Rosemary and her mother prepare the journals for publication. Rosemary’s mother tells her that she was “the prettiest baby anyone ever saw.” She also discusses how cute Fern was as a baby. Rosemary’s first word was “bye-bye,” which she signed at 11 months and spoke aloud at 13. Fern’s first sign was “cup,” at 10 months old. Fern was born in Africa, to a mother who was killed and sold as food. When Rosemary’s parents were discussing adopting a chimpanzee, Rosemary’s mother insisted it had to be a baby “with nowhere else to go.” When Fern was purchased from a group of poachers, she was very ill with diarrhea and swarming with fleas.
This passage continues to explore the distinction between the “normal” aspects of Rosemary’s childhood and the more unusual, scientifically significant elements. Rosemary’s mother’s record of the sisters’ first words is a common practice among parents—but this record could also be studied from a scientific perspective in order to understand the development of Rosemary and Fern’s cognition. (Note that the fact that Rosemary’s first word was “bye-bye” foreshadows the role of loss and absence in her life.)
Fern arrived at the Cookes’ house when Rosemary was one month old. For Fern’s first two years of life, she would cling to Rosemary’s mother so hard that she left bruises. Rosemary’s mother fell “in love” with Fern, who was clearly deeply traumatized. Rosemary’s parents originally assumed that Fern would live with them forever. One night, Rosemary and her mother are finishing a special dinner to celebrate the sale of the journals in the form of a book. Rosemary asks if her mother worried about the “impact” Fern’s presence would have on Rosemary. Rosemary’s mother replies that she certainly did, but it was clear that Rosemary was “a happy child” who “adored” Fern.
This passage introduces another side to the Cooke family’s relationship with Fern: the fact that they helped Fern to survive the early trauma of her life. At other points in the book it appears as if the Cookes were simply using Fern as a means to their own end. However, this passage indicates that Rosemary’s mother also served an important and irreplaceable role in Fern’s life by filling the void left by Fern’s own biological mother and enabling Fern to recover from her mother’s loss.
Rosemary and her mother watch an old VHS tape made by one of the graduate students, which shows Rosemary and Fern in a room they have turned to carnage, lying side by side in identical poses. Rosemary predicts that they will eventually be able to embed videos into the book, but for now they rely on images to highlight the similarities between Rosemary and Fern and Fern’s total immersion in the family dynamic.
It is clear that Rosemary and her mother want to convey what they perceive to be the reality of their life with Fern to the wider world. Just as Rosemary hid the fact that Fern is a chimpanzee for the first chapters of the book, so does she now feel the need to provide evidence of her family’s love for Fern that will counteract the perceived impossibility of animal-human familial relations.
In 2012, Rosemary is living with her mother in Vermillion, a university town in South Dakota. Rosemary has taught kindergarten for seven years, and knows she is a talented teacher. She teaches her students “chimp etiquette” and chimp sign language. They go on field trips to the lab where Fern is held, and stand behind a wall of bulletproof glass separating them from the chimps. Rosemary’s “niece” Hazel is still there too. Although Fern is not the oldest or a male, she seems to have the highest status among the group. Rosemary’s mother volunteers at the lab every day, making sure Fern gets her favorite foods. When Fern saw Rosemary’s mother for the first time, she refused to look at her, but eventually they rekindled their relationship.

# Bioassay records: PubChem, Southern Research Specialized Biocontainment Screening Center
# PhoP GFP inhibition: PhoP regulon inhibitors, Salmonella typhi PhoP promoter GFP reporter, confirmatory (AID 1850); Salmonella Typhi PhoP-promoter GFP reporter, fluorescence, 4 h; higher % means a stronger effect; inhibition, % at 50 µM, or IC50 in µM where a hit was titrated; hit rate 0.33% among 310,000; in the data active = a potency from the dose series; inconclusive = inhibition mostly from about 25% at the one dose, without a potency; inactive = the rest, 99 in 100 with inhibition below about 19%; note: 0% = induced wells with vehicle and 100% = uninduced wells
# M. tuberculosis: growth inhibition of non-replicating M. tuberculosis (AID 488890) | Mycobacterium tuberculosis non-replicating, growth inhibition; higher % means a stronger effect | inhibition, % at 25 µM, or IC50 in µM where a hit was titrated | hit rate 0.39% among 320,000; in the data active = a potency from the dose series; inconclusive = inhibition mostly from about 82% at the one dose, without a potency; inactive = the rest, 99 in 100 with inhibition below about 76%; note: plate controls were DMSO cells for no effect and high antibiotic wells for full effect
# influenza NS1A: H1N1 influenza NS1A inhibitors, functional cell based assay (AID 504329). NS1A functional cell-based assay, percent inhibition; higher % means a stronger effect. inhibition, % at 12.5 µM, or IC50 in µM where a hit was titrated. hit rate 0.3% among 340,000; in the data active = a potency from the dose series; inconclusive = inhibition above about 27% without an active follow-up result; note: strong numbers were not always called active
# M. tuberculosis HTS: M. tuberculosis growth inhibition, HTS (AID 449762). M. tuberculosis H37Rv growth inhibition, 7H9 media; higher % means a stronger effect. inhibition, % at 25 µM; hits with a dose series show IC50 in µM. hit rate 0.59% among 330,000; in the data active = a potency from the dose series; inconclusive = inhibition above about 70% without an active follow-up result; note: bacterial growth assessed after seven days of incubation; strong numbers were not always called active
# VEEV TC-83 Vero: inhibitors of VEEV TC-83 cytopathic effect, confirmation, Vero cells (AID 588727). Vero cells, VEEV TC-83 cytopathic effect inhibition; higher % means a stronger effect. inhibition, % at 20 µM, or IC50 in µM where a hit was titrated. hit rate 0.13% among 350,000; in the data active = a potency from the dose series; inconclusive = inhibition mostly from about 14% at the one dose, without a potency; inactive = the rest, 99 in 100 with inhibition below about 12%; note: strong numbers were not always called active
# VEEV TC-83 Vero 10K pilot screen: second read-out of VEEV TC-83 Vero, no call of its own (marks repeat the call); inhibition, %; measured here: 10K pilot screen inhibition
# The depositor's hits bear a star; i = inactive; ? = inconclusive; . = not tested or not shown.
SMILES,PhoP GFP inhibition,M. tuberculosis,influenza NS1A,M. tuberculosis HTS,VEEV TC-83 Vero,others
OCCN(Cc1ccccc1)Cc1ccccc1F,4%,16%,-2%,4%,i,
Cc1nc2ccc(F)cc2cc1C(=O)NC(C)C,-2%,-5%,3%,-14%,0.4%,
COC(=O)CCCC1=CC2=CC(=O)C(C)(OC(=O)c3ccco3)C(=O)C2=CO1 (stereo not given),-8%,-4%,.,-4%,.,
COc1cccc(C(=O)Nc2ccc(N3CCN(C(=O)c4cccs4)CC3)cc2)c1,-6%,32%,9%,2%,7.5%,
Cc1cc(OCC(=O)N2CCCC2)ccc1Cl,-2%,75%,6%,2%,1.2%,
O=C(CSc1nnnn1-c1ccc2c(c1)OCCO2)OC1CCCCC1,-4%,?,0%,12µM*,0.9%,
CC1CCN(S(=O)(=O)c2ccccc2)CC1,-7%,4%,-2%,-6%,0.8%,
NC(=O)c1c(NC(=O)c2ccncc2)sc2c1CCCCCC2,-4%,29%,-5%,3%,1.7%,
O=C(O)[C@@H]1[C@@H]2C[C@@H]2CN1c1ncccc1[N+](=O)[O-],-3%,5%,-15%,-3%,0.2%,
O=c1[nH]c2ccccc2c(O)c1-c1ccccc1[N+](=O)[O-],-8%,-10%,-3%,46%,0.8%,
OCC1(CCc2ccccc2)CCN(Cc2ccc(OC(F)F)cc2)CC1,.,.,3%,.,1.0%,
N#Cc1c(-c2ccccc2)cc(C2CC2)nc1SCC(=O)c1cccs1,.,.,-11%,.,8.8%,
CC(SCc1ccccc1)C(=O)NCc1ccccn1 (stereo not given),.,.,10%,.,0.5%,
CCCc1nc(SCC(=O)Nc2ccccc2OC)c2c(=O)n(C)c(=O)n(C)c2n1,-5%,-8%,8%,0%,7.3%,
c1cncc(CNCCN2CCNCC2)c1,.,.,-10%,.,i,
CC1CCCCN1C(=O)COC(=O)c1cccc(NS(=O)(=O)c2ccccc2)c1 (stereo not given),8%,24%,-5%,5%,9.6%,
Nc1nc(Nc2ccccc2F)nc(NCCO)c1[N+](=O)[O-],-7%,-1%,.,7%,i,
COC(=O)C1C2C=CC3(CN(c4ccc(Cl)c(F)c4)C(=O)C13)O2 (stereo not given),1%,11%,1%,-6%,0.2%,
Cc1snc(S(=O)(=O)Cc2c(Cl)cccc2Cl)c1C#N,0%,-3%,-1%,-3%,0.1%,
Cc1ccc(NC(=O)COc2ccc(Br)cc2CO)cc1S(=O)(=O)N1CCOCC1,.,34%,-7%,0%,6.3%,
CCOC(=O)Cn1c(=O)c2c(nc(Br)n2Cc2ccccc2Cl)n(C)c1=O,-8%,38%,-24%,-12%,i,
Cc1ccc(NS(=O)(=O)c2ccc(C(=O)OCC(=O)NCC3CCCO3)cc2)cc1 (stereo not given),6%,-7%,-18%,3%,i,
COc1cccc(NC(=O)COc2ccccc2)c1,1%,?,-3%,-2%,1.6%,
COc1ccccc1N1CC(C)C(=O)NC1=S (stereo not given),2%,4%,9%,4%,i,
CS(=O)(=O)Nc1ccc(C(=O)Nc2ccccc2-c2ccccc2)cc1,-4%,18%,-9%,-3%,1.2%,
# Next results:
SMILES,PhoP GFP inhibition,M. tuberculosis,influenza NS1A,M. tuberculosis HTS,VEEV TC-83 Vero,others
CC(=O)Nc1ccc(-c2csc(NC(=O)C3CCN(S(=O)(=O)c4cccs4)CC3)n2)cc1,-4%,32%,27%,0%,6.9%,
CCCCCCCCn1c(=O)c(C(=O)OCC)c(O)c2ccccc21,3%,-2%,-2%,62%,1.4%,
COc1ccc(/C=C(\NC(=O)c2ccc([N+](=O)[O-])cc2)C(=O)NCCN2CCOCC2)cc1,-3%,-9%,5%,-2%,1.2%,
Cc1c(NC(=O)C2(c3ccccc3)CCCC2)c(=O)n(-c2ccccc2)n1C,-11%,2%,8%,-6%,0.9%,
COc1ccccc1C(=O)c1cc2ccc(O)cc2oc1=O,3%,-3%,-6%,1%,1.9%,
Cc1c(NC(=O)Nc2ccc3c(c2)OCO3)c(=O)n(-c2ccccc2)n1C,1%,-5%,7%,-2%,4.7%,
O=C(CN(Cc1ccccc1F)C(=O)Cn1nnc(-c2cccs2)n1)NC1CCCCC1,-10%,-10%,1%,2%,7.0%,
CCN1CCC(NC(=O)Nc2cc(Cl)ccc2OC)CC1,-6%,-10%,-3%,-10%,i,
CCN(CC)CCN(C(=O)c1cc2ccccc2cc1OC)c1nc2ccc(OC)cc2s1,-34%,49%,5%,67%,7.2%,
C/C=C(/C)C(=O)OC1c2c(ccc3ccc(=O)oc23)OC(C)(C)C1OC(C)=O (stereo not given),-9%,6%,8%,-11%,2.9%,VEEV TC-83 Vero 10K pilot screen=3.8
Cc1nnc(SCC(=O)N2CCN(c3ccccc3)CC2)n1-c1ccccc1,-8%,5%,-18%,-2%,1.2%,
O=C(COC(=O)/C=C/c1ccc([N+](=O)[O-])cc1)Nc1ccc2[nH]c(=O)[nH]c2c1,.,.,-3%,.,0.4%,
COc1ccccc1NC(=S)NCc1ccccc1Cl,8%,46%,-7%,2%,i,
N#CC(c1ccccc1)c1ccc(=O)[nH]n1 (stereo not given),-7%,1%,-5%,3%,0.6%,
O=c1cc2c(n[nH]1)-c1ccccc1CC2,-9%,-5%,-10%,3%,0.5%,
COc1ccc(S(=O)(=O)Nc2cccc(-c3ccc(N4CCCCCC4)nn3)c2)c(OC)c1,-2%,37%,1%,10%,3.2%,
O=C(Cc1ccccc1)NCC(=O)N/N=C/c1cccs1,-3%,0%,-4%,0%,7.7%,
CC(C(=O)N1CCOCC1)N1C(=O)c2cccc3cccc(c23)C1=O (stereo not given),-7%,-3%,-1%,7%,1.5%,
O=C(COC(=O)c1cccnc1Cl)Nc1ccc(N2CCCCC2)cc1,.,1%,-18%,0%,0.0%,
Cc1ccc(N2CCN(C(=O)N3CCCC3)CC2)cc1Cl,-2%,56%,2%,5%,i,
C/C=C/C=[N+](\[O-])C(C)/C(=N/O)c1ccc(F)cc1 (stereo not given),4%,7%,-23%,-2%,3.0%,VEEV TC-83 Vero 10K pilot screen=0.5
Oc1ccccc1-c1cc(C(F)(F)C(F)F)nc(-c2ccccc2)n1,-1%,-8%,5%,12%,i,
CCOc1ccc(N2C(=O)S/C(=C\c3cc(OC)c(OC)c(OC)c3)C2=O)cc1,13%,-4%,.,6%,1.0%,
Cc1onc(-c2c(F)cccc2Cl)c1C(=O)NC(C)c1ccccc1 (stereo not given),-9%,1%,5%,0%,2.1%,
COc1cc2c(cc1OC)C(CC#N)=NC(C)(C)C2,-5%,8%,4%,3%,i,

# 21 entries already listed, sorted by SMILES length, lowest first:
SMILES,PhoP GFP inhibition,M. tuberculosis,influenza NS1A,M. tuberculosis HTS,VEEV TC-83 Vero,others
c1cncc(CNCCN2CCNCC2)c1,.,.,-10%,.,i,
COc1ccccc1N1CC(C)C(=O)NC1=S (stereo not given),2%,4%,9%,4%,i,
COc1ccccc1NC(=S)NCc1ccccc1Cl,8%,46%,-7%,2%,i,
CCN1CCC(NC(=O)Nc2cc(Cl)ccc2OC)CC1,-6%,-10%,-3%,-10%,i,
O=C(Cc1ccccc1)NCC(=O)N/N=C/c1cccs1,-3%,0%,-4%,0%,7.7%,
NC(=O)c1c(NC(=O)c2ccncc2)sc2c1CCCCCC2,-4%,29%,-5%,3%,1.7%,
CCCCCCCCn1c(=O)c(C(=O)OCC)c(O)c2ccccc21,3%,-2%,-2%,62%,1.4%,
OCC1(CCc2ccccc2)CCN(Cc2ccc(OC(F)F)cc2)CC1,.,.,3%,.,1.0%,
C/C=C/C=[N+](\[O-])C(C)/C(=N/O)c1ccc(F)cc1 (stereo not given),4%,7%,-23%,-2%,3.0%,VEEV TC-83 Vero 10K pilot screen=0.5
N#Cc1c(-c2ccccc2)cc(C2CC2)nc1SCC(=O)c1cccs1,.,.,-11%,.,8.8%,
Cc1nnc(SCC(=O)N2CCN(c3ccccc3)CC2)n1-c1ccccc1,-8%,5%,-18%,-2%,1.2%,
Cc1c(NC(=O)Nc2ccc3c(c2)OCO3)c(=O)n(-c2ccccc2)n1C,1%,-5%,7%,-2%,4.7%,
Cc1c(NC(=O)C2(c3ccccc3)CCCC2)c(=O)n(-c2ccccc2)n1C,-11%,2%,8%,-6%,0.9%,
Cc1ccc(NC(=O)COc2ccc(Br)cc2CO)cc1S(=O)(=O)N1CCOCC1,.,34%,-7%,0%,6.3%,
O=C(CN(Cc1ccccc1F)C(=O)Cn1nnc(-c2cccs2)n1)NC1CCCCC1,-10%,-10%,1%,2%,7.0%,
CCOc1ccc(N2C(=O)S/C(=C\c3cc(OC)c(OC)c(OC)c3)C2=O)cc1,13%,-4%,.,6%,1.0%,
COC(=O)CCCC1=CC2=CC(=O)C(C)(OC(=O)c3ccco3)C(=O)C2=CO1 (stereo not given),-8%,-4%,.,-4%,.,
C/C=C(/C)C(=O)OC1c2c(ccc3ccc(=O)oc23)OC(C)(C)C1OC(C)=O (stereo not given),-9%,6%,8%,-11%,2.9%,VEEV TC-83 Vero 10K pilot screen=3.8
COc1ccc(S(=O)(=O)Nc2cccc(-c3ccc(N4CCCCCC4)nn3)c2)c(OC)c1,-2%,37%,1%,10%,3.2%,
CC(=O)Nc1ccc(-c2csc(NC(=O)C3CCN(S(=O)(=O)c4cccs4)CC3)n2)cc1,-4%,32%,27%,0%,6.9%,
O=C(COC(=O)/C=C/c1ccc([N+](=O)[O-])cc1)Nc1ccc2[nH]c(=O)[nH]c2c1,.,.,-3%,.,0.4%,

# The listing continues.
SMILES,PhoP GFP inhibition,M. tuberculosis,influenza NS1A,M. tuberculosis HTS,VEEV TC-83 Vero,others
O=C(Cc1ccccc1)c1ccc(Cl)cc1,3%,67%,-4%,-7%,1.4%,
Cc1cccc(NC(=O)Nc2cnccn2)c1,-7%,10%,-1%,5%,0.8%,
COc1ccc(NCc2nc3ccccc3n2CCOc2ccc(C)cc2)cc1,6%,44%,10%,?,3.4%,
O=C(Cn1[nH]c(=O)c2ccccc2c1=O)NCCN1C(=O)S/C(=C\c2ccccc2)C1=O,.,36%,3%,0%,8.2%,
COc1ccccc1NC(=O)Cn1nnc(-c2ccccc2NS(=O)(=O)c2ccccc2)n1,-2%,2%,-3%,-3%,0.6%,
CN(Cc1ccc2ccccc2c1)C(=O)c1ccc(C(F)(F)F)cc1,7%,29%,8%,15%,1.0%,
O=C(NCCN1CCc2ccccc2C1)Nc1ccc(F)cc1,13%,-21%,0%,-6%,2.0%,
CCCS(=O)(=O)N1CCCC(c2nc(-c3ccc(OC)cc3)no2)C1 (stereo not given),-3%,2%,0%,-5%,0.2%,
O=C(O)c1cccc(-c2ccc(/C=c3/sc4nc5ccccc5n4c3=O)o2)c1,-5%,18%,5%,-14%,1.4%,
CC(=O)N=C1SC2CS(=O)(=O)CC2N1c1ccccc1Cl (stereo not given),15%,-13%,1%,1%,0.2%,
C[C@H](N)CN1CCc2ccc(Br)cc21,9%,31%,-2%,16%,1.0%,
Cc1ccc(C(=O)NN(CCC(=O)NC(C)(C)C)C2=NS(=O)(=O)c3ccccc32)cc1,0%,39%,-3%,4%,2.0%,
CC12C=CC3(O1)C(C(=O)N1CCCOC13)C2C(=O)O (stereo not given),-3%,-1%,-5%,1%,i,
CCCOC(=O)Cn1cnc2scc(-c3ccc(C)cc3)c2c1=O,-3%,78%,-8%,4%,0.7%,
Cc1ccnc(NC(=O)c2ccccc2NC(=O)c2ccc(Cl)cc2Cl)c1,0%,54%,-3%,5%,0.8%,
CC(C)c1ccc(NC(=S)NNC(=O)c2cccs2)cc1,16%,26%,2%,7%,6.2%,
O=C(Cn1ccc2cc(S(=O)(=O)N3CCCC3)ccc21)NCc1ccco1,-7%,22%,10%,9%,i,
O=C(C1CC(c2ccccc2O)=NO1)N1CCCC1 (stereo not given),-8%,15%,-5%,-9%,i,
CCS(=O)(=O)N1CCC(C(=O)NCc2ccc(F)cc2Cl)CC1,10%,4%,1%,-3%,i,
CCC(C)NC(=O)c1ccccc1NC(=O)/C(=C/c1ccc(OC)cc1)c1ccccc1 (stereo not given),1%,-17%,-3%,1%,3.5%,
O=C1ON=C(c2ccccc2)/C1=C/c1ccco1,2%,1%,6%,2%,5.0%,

Just as Kitch predicted, Rosemary makes an ideal teacher. This seems to be because of a natural affinity between human children and chimpanzees. Rosemary is able to use the behaviors and knowledge she gained as Fern’s sister in order to be a better teacher and expose her students to the positive sides of her own early life with Fern. Although there is now a more solid boundary between Rosemary and Fern—symbolized by the bulletproof glass at the laboratory—their lives are in sync just as they were when they were both children.
Rosemary wonders what she would tell Fern about their father and Lowell, but Fern has never asked. The chimps who live in the center are no longer subject to scientific experiments. However, Rosemary clarifies that their lives are still “not enviable,” and that they would be better off in the natural world. Rosemary dreams about a sanctuary where she and Fern could live together, but has read enough about chimp attacks to know that she will never touch Fern again. Still, she hopes to raise money for a sanctuary for Fern through the book sales and through donations.
This passage indicates that there is a kind of value to fantasies even when we know that they are unrealistic and will never actually be realized. Even though Rosemary is aware that she cannot actually live with Fern again, it still comforts her to retreat to her childhood dream of imagining herself and Fern living harmoniously together with no walls or cages to divide them.
The book is about to be published, and Rosemary is keenly aware that after that point, she will never be able to hide her past again. She will be making media appearances, but knows that the version of herself she will reveal to the world will inevitably be incomplete. The plan is for Rosemary to end up “widely admired” and Fern “stealthily influential.”
The end of this chapter represents a complete reversal of the relationship Rosemary had to her past in earlier parts of the book. Whereas before she made every effort to hide her family’s history from the world, she now feels compelled to share it publicly.